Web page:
General Guidelines for Disability Documentation
Students diagnosed with physical and/or psychological impairments qualify as persons with disabilities when their conditions substantially limit them in one or more major life activities.
F & M College provides reasonable accommodations to students with disabilities with consultation from their academic programs. Reasonable accommodations are adjustments to policies, practices, or procedures that facilitate equal access and opportunity for students with disabilities to the College’s programs, activities, and services. In order to ensure that students’ needs are directly linked to these accommodations, Section 504 of the Rehabilitation Act and the Americans with Disabilities Act (ADA) allow higher education institutions to require disability documentation to verify disability status and the need for reasonable accommodations.
The Office of Student Accessibility Services (SAS) has established the following disability documentation guidelines.
1. Generally be recent enough in order to assess the current impact on learning or a major life activity. Please see disability-specific guidelines for more information. Updated documentation may be required to each semester to evaluate the continuing need for accommodations.
2. Be sufficiently comprehensive to establish clear evidence of a substantial impact on one or more major life activities.
3. Be sufficient to establish a direct link between the underlying impairment and the requested accommodations.
4. Include a description of what mitigating measures the student has used and whether with such use the student may still require accommodation in order to access College programs, activities, and services.
5. Be issued by a medical or other qualified, licensed professional, printed on letterhead, dated, signed, and including the professional’s licensing information. No information may be redacted. The College reserves the right to require that a certified copy of the report be transmitted directly from the evaluator to the College.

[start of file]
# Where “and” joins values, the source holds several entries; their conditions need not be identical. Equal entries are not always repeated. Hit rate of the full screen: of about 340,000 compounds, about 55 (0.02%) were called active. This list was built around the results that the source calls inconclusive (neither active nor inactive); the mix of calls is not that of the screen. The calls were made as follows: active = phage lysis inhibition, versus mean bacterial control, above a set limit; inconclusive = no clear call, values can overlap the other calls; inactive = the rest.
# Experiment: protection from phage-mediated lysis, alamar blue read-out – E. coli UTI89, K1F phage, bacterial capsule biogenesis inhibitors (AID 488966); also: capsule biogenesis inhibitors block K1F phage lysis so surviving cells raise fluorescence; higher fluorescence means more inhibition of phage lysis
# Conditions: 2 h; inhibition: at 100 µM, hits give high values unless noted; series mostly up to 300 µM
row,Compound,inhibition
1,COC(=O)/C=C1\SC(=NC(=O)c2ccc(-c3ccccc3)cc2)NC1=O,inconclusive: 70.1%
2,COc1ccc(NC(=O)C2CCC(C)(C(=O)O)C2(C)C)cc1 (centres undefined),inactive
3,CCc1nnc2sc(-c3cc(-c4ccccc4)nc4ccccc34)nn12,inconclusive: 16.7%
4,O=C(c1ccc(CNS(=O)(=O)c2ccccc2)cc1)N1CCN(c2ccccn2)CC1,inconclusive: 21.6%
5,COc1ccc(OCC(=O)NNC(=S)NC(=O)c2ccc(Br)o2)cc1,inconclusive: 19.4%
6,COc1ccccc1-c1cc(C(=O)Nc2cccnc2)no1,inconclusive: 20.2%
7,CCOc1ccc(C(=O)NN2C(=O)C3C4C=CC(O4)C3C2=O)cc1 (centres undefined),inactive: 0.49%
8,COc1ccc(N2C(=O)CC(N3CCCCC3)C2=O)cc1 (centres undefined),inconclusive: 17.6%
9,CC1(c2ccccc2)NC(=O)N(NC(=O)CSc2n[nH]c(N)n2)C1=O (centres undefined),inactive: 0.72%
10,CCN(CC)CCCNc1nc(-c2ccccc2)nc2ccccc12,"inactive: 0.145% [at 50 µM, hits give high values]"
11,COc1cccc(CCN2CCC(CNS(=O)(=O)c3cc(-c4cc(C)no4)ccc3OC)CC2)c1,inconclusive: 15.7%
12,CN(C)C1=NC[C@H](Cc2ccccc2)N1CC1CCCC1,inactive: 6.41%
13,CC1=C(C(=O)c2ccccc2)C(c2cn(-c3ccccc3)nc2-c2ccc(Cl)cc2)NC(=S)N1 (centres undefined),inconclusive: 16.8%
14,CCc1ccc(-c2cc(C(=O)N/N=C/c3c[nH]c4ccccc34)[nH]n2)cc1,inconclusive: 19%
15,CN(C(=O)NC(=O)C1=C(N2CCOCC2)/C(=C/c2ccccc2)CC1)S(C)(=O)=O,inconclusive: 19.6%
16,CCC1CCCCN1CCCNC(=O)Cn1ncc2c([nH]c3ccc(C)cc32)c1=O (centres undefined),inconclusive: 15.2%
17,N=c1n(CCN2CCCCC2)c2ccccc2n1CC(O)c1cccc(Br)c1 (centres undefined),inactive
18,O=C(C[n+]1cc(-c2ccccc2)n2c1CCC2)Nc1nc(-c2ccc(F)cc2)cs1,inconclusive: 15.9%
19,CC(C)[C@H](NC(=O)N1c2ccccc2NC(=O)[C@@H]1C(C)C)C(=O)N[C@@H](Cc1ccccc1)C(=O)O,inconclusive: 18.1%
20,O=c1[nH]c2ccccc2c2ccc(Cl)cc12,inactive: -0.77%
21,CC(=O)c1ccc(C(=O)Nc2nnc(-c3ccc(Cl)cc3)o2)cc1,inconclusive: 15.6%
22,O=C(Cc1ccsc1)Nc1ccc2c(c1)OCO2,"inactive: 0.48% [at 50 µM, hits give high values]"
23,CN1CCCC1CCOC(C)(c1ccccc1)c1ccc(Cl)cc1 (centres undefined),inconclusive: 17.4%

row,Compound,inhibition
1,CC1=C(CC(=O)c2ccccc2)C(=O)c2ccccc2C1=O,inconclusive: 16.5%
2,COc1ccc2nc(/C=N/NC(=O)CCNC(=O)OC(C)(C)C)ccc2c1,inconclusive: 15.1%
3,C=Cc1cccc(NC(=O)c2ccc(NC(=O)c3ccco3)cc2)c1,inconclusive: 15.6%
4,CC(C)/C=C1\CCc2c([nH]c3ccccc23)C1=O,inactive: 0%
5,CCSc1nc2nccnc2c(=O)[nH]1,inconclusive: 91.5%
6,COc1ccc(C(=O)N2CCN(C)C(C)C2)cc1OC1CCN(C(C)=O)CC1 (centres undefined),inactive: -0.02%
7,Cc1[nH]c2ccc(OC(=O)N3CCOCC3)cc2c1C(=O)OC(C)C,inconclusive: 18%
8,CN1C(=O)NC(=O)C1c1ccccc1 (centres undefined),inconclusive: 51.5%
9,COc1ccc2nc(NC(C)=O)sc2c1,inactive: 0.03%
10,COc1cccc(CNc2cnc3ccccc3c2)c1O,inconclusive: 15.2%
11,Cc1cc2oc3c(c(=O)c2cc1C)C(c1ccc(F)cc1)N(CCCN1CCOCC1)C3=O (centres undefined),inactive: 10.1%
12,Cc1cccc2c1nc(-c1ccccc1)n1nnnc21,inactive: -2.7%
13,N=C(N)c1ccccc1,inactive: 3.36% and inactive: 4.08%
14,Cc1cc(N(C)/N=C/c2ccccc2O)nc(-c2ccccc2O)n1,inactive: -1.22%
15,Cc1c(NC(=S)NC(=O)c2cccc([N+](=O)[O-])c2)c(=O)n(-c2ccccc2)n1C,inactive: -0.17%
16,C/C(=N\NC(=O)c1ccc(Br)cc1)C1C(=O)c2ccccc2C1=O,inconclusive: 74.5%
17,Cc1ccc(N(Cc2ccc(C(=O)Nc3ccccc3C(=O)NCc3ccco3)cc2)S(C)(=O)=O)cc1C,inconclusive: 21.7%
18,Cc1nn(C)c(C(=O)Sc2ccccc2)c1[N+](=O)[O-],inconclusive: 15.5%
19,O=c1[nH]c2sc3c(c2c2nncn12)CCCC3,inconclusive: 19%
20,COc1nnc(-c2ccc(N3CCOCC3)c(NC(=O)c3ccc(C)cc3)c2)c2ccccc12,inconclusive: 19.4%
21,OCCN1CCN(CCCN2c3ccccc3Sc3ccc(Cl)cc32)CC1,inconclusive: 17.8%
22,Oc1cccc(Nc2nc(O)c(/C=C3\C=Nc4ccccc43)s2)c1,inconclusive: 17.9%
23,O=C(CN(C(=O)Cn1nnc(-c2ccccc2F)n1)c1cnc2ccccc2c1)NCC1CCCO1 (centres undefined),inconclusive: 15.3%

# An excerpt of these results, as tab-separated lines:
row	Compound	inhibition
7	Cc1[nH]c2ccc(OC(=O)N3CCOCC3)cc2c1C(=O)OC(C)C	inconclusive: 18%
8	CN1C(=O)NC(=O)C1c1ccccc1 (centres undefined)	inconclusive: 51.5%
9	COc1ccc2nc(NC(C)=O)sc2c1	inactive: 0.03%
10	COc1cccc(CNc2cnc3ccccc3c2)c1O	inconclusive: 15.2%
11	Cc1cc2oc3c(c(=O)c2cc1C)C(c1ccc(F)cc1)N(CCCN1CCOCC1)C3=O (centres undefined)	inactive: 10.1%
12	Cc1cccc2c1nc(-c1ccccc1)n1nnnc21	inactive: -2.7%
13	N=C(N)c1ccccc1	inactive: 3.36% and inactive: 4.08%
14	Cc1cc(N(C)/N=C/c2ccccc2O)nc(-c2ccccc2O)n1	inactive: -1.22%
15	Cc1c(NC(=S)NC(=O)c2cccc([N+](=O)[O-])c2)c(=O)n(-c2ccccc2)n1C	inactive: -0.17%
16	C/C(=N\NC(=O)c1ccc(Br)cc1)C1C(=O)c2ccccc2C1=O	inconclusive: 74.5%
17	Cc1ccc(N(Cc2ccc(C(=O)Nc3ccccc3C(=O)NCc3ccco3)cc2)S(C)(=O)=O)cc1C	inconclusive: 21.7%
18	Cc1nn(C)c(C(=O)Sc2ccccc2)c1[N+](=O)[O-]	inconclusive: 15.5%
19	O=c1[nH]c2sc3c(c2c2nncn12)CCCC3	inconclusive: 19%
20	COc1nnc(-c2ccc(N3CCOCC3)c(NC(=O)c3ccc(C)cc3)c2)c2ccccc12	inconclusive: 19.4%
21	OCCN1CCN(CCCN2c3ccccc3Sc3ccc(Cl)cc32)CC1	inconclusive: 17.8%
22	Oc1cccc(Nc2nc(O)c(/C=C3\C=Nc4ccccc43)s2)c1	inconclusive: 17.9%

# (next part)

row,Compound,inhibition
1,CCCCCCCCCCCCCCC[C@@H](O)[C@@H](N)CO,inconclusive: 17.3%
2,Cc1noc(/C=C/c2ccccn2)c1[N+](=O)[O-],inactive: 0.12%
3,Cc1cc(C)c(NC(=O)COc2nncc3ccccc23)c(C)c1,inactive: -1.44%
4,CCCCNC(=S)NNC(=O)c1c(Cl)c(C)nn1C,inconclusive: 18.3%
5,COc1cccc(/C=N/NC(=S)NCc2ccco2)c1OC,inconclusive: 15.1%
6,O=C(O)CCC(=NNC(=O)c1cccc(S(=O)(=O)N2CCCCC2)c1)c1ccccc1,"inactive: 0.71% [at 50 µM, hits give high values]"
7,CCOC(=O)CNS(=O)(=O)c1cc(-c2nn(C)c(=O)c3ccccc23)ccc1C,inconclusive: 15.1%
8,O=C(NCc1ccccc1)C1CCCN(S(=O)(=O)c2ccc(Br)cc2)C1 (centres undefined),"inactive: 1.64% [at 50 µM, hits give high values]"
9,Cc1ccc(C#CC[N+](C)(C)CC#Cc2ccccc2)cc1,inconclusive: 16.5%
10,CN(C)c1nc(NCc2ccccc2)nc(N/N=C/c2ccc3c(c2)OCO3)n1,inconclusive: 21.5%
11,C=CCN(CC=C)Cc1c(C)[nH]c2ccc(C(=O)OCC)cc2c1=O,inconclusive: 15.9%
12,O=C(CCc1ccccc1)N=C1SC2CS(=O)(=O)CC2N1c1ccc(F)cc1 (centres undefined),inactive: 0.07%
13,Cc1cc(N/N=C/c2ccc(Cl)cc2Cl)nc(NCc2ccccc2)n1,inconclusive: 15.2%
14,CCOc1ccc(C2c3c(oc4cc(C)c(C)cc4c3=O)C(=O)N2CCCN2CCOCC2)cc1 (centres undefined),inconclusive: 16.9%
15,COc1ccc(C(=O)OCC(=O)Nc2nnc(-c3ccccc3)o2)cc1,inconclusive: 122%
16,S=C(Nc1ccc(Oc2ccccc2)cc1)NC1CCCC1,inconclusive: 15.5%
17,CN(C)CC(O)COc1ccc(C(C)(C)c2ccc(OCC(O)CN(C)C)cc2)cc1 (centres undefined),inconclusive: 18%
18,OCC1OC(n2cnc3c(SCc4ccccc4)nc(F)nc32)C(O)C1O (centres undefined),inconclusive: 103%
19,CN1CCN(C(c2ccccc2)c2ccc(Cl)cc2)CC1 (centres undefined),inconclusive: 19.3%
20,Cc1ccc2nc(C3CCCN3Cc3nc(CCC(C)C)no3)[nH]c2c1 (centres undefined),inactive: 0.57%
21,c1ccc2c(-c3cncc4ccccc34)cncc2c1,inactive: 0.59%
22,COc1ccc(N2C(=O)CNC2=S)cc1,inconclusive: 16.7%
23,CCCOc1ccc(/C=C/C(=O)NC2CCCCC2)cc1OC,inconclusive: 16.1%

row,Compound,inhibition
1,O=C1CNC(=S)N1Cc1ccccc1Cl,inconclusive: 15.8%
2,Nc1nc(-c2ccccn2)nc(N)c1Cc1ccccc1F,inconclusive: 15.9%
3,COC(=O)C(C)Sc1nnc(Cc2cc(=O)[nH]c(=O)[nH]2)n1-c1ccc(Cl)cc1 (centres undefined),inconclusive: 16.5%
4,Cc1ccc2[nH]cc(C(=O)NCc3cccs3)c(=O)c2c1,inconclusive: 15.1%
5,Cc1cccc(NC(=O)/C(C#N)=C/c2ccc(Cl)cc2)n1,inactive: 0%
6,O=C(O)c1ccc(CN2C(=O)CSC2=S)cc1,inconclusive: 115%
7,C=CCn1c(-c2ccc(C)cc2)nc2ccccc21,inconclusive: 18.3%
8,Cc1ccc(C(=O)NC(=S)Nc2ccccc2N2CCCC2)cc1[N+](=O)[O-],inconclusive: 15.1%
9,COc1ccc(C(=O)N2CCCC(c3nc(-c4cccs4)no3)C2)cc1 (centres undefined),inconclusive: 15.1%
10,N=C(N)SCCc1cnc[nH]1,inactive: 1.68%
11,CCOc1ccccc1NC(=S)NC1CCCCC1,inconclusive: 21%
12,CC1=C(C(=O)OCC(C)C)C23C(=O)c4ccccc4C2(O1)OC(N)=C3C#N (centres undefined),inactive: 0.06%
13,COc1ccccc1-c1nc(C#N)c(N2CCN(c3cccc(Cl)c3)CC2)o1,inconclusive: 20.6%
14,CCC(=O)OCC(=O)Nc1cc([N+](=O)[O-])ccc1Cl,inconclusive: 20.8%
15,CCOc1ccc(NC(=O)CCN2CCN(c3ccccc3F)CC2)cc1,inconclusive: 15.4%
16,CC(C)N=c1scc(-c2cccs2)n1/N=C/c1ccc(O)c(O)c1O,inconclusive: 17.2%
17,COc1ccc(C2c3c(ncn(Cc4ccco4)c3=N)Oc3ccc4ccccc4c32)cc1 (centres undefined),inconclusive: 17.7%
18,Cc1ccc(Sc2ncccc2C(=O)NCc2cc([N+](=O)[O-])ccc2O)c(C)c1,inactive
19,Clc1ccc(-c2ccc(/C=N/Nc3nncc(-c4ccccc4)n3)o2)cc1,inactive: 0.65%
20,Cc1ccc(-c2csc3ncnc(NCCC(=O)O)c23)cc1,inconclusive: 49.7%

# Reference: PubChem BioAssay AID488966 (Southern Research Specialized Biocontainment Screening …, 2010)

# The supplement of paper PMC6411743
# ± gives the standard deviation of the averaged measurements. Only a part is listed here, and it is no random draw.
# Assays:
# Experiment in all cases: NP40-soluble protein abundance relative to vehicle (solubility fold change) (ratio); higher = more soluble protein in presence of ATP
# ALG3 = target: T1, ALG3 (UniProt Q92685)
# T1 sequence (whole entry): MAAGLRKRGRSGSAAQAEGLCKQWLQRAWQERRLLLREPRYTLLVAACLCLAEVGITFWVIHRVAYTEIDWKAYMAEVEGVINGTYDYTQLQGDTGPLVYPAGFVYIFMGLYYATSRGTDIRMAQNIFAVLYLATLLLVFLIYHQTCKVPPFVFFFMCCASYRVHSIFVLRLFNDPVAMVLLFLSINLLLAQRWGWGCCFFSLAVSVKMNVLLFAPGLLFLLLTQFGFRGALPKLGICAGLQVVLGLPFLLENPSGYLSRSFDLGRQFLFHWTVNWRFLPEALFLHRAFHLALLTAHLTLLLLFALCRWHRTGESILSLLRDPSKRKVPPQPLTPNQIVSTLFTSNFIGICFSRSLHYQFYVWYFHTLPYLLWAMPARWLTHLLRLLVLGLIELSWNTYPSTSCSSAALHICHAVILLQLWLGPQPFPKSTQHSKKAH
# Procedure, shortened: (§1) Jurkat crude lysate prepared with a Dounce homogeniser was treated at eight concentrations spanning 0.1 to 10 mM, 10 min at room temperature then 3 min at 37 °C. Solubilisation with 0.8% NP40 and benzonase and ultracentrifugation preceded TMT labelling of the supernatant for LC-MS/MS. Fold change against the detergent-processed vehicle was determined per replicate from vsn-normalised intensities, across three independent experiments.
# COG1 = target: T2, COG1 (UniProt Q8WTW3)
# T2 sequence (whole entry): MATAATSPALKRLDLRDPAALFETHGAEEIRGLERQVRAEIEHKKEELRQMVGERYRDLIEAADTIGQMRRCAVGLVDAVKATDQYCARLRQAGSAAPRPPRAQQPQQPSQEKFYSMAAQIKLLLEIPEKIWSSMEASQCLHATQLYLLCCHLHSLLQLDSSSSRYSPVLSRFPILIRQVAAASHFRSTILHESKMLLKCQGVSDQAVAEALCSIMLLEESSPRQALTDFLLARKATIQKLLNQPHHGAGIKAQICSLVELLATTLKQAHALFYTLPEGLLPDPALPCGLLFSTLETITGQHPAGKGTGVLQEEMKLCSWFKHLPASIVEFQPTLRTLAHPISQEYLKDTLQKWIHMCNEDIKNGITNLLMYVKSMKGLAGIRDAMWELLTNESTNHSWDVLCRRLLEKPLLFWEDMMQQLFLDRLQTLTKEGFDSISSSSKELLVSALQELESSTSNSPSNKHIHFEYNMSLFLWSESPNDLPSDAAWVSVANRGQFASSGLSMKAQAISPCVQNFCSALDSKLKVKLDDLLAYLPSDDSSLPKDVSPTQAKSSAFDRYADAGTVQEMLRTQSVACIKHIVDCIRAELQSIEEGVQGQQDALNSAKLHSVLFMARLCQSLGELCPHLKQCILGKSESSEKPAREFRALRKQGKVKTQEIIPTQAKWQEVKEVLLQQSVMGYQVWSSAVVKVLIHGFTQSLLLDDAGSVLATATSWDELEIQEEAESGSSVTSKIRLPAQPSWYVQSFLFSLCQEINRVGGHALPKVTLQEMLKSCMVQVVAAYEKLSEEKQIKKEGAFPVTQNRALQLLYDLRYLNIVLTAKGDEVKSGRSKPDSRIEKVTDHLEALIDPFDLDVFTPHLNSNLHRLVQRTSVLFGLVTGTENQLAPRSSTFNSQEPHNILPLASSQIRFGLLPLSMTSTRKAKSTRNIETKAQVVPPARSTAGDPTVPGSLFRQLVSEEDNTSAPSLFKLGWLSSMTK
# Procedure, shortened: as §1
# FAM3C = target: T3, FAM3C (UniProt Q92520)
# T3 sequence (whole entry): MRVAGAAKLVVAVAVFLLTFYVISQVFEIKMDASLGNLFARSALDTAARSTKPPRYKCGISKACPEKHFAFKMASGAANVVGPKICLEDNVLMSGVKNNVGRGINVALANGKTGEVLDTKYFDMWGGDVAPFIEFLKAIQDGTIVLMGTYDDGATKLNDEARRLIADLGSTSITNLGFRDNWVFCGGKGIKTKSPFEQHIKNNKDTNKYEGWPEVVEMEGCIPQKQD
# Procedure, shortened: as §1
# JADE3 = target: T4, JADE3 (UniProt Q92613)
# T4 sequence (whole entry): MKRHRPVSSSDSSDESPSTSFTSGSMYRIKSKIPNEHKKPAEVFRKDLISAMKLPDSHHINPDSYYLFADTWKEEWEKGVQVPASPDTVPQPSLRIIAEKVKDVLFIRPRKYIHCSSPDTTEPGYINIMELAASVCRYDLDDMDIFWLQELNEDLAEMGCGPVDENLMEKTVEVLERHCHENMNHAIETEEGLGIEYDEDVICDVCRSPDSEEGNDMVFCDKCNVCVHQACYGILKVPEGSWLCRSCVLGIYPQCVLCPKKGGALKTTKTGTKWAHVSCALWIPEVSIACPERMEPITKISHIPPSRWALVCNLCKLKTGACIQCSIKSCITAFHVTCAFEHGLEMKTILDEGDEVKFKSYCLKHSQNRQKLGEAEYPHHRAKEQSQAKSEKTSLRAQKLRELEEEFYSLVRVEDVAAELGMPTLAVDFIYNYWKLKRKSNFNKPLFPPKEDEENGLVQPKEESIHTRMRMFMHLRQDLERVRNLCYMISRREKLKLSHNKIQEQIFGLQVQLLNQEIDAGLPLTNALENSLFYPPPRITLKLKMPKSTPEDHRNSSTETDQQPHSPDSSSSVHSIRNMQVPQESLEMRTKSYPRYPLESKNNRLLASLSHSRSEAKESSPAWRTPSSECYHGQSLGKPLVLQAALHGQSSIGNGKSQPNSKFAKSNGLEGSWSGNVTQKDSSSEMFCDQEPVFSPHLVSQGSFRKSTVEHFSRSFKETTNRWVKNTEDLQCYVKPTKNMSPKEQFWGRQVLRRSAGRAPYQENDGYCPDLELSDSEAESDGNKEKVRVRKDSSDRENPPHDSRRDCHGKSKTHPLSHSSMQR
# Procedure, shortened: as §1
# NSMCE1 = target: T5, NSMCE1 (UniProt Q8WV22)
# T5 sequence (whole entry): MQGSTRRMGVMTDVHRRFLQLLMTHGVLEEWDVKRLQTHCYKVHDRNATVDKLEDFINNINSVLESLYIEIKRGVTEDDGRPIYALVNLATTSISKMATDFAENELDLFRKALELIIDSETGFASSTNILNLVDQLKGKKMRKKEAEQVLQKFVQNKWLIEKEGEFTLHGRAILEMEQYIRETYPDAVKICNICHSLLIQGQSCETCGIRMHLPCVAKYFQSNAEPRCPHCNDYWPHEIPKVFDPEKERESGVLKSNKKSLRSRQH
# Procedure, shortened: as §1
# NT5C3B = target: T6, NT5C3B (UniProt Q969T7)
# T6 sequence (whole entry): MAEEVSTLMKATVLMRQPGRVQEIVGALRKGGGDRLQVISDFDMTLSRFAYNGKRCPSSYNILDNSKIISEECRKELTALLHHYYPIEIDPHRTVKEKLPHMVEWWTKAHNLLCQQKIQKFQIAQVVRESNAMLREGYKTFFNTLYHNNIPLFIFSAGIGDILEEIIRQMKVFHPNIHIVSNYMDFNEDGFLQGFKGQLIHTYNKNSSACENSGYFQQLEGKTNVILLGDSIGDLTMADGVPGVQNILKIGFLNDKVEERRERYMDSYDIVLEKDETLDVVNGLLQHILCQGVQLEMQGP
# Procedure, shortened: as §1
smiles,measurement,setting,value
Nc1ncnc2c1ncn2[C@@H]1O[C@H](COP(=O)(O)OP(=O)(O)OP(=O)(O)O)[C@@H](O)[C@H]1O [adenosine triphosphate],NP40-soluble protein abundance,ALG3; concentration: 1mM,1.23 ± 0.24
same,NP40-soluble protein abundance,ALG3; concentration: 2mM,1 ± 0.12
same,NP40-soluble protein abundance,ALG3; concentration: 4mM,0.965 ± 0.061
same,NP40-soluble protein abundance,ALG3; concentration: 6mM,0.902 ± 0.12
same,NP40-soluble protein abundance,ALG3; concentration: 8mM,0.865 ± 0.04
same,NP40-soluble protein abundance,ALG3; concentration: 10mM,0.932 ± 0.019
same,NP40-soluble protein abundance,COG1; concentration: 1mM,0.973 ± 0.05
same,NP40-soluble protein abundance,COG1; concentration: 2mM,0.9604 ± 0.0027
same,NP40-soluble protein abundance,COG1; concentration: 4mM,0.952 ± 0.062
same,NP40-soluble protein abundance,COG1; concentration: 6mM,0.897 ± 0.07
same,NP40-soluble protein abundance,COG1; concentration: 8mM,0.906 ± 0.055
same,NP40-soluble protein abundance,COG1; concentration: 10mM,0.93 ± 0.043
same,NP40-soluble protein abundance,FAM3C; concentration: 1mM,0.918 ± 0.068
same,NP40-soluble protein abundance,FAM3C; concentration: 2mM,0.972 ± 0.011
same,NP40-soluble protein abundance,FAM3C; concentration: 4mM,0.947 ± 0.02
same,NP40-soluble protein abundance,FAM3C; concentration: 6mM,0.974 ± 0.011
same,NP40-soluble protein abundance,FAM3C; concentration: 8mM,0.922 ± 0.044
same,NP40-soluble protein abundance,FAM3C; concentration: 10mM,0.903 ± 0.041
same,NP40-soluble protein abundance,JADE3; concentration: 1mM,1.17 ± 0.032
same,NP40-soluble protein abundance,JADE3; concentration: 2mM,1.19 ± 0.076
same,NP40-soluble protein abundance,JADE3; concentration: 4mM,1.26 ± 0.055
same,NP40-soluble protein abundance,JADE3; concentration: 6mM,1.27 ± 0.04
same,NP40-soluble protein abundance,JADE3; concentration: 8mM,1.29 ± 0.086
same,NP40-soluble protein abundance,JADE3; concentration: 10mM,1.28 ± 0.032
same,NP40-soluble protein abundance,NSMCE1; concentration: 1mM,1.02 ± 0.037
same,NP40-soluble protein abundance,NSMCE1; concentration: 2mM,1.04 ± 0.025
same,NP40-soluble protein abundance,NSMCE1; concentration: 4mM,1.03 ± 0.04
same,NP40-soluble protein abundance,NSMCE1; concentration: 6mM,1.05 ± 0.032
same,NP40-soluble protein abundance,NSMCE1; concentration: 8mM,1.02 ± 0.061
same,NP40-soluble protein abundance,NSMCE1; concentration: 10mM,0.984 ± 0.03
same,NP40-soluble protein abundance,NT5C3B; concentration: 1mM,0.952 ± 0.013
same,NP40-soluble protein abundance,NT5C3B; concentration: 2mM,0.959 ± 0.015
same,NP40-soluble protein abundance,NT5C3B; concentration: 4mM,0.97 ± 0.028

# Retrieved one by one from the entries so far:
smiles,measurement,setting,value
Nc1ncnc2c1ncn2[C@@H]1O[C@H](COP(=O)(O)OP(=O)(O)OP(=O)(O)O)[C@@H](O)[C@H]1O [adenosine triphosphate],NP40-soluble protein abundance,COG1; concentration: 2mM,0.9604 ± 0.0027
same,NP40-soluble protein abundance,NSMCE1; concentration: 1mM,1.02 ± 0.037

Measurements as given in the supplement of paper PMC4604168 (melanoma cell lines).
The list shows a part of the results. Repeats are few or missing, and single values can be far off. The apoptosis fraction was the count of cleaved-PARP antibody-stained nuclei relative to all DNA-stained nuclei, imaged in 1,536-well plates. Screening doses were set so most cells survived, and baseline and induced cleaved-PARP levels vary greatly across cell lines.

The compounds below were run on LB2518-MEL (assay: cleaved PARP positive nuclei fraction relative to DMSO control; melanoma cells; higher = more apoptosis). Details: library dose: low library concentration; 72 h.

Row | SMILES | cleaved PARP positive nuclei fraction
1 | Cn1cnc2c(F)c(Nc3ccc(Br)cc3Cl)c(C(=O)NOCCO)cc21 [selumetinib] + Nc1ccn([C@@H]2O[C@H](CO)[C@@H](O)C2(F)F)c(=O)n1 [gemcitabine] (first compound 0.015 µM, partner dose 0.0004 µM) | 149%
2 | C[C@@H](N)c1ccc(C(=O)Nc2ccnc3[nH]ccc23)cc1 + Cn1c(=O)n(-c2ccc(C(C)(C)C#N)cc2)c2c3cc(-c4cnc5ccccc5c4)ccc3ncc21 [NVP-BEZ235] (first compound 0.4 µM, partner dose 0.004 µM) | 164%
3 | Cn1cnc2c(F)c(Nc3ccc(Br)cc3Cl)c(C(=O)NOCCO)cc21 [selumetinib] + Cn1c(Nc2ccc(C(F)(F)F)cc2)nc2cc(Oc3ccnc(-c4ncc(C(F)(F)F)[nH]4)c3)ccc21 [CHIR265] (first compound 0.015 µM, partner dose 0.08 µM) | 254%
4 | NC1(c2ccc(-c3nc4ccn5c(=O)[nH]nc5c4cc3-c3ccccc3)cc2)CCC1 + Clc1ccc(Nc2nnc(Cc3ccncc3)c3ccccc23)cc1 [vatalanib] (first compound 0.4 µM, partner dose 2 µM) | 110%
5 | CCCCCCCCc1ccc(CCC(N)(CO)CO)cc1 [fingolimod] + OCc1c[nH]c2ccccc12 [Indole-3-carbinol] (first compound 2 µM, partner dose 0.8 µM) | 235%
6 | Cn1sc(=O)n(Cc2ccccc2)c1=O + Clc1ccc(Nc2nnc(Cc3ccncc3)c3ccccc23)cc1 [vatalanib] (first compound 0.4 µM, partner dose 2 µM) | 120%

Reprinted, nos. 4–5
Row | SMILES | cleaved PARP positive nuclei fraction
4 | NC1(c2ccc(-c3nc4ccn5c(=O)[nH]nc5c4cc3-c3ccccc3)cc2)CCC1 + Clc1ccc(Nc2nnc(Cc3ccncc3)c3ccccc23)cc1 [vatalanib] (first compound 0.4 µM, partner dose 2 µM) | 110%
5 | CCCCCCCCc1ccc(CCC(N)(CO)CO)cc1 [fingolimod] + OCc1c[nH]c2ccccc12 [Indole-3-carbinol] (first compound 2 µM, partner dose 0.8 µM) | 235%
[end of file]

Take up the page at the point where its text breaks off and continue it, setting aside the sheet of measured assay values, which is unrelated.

Documentation also must include:
1. The student’s history of receiving reasonable accommodations and academic adjustments, if such history exists.
2. Specific recommendations for accommodations as well as an explanation as to why each is recommended as necessary.
Please also note:
• If the original documentation is incomplete or inadequate to determine the extent of the disability or reasonable accommodation(s), SAS has the discretion to require additional documentation.
• Unless the student demonstrates exceptional circumstances, the student must complete the application process and submit disability documentation before they may receive accommodations and services.
• Documentation written in a language other than English must be translated and notarized. All such documentation, as well as documentation from outside the United States written in English, must follow SAS guidelines.
Scholar Sarah Jackson examined how social media has emboldened – but complicated – debate in the public sphere during Common Hour on Sept. 23.Read More
With six weeks before the Nov. 3 general election, Pennsylvanians’ optimism about the direction of the state continues a nearly yearlong decline while their growing concerns about the economy and...Read More